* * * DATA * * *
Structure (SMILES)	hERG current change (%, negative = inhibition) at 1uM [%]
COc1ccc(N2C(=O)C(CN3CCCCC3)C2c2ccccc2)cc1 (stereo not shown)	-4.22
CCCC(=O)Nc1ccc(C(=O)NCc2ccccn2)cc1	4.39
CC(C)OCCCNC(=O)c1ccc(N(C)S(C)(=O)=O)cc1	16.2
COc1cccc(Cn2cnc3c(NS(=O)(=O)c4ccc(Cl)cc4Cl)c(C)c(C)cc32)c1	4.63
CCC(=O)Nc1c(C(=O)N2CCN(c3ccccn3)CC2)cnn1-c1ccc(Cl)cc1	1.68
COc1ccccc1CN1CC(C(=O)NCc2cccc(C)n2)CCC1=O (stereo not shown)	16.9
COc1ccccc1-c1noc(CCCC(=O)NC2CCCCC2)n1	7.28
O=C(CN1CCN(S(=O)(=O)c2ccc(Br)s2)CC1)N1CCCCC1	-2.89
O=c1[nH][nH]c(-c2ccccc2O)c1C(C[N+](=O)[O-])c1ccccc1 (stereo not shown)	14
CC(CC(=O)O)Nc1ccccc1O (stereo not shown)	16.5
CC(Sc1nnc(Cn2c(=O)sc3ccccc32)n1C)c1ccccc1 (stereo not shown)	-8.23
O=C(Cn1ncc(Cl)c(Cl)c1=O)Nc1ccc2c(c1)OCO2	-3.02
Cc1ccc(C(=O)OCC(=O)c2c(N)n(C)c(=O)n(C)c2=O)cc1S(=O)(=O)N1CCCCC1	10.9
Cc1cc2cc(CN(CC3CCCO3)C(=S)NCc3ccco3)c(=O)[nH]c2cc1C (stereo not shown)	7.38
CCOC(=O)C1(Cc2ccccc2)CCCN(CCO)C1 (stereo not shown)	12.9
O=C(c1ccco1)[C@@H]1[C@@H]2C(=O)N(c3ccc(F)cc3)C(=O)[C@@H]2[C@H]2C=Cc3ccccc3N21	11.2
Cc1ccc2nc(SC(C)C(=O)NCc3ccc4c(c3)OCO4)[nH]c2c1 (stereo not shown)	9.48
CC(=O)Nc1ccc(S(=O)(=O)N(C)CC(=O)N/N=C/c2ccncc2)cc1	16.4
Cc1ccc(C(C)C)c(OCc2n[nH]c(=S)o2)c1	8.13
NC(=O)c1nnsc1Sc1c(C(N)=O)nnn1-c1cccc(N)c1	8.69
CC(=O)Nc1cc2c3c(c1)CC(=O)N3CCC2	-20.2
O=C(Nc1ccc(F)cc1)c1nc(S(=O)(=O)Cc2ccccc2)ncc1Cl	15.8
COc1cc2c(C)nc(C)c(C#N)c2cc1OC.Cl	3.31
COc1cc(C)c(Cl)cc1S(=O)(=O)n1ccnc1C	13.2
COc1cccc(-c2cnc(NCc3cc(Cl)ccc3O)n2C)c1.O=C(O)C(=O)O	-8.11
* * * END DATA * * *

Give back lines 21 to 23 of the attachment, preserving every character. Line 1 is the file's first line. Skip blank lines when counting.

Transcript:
NC(=O)c1nnsc1Sc1c(C(N)=O)nnn1-c1cccc(N)c1	8.69
CC(=O)Nc1cc2c3c(c1)CC(=O)N3CCC2	-20.2
O=C(Nc1ccc(F)cc1)c1nc(S(=O)(=O)Cc2ccccc2)ncc1Cl	15.8